When I was a child, I loved trains and imagined living like a hobo and traveling through the country sitting on the side of an open car. One day while driving past a train track, my mother told me the story of my great grandfather’s death. She told me that he committed suicide by deliberately walking on the trails when a train was coming; she said no one ever talked about it because it was shameful to the family. I felt a connection with him, although I had never known him; I felt like I knew his heart. I knew the deep yearnings of trying to escape the never-ending trail of tears, loneliness, and brokenness. I, too, tried to end my life twice because of the shame of my past, and I continued living in patterns that seemed to have no end to destructive behaviors. Moreover, some beliefs were grounded and rooted by culture and traditions that were not good, nor were they God’s intentions for His creation. Evil and sin distorted the good God intended for humanity. The Bible says, “Then God saw everything that He made, and indeed it was good” (Genesis 1:31). I waited for my train to bring me into a better future, but it never stopped; it just went by. Why? Because I sat at the station waiting and believing in false hope without making changes.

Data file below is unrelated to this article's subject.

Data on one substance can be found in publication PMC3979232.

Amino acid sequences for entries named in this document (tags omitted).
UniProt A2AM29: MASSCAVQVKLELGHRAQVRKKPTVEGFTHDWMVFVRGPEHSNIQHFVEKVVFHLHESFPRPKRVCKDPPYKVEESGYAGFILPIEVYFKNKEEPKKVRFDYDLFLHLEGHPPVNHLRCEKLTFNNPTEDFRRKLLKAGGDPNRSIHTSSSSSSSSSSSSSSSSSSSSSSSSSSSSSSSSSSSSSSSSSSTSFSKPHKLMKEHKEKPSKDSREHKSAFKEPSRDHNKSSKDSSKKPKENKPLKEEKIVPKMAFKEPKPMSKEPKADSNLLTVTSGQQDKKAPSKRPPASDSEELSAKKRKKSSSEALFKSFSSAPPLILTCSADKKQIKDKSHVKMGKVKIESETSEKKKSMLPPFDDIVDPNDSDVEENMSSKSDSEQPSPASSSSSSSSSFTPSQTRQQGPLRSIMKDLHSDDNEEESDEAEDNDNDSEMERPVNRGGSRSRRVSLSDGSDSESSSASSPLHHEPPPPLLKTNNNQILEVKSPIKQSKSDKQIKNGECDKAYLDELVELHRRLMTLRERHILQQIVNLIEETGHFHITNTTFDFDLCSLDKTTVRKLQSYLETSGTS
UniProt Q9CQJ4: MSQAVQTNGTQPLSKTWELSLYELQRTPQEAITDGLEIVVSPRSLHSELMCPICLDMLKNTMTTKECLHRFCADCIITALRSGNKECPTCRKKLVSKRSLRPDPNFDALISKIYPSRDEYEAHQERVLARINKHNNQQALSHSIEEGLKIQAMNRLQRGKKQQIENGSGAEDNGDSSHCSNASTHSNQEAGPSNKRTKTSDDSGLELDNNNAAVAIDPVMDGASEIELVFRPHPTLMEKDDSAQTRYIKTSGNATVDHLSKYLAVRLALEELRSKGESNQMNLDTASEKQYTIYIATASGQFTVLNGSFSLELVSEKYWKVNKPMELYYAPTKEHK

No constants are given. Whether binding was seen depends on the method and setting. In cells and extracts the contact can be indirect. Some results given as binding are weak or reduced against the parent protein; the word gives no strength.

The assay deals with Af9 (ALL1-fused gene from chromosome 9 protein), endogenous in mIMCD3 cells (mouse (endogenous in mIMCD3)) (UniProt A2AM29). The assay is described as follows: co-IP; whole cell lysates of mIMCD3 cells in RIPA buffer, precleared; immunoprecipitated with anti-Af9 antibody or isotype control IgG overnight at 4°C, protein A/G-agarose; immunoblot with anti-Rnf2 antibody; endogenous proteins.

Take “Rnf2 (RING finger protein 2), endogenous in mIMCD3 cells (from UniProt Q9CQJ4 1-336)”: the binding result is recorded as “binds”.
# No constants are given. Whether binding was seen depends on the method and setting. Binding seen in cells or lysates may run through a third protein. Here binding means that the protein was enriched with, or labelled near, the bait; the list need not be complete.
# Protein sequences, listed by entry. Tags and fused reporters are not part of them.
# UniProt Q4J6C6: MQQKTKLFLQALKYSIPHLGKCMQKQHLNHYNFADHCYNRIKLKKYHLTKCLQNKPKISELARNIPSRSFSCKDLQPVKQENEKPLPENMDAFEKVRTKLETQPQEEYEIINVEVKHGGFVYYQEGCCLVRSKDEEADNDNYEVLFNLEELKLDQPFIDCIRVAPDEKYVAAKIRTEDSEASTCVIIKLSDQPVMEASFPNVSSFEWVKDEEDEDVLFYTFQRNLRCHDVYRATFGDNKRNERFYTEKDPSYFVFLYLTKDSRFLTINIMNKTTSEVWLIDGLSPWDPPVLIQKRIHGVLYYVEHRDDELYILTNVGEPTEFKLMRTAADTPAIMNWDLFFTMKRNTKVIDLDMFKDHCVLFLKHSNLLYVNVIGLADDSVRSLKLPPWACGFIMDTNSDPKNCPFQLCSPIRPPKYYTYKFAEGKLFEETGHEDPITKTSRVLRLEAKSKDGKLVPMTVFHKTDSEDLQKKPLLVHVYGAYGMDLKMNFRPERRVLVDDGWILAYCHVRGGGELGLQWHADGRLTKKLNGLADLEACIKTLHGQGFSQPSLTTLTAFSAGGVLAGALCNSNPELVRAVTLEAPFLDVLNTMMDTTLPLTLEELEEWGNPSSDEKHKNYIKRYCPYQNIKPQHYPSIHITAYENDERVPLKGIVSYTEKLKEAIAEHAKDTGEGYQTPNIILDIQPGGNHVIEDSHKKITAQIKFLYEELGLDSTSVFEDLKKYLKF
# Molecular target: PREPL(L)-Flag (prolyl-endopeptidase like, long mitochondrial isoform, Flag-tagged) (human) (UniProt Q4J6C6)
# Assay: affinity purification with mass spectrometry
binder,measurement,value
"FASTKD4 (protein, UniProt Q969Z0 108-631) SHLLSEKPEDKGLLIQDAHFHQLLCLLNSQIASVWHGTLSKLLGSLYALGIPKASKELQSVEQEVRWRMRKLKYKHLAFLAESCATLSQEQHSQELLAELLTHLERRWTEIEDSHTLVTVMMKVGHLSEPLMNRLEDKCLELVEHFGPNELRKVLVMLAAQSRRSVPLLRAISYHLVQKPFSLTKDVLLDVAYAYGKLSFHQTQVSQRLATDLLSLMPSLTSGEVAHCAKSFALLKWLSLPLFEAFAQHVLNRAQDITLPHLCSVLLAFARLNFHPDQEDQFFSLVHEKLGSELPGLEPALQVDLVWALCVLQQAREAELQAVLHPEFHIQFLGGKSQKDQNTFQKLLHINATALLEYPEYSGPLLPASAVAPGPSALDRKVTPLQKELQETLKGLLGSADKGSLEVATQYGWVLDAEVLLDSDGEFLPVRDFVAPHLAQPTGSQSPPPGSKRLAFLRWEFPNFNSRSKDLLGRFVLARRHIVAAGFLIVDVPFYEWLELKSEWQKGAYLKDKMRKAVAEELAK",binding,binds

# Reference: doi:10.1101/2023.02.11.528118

Because I have been authentic about my struggles with mental illness, some have used my openness as tools to convince others that I am crazy. Mental illness is a curable illness if you get help from someone who knows what they are doing, such as professionals. Let me tell you what crazy is. Crazy is doing the same old things over and over again with the same past outcomes. Dr. Henry Cloud says that the past is a predictor of the future (Cloud, Henry (2010)Necessary Endings). In other words, if a person says they are sorry but are not making evident change, then you can count on being in the same situation in the future. Matthew 7:15-20 says, “You can tell a tree by its fruit. If someone hurts you, and they do not change their behaviors, the fruit remains the same. The Lord Jesus also warns that there are wolves in sheep’s clothing; we need knowledge, discernment, and understanding. When I began this journey in mental healing, I knew this was something I had to do or die. My health has been affected by stressful situations that need change or an ending. When you’re stuck at a train track, waiting for the never-ending train to pass, you feel stuck. You can’t move forward. You’ve lost sight of the beginning, nor can you see the end.
The Longest Train
As I reflect the year coming to an end
I see myself standing aside from the tracks
I stand alone watching my life go by, some days long,
others were quickly passing by.
There are changes I need to make,
and say good-bye to old ways by the renewing of my mind
Lord grant me this one thing today, everything taken,
or wasted, be redeemed through Christ, as I make my way home heaven-bound
Lisa Rene Delgado
Cloud, Henry. Necessary Endings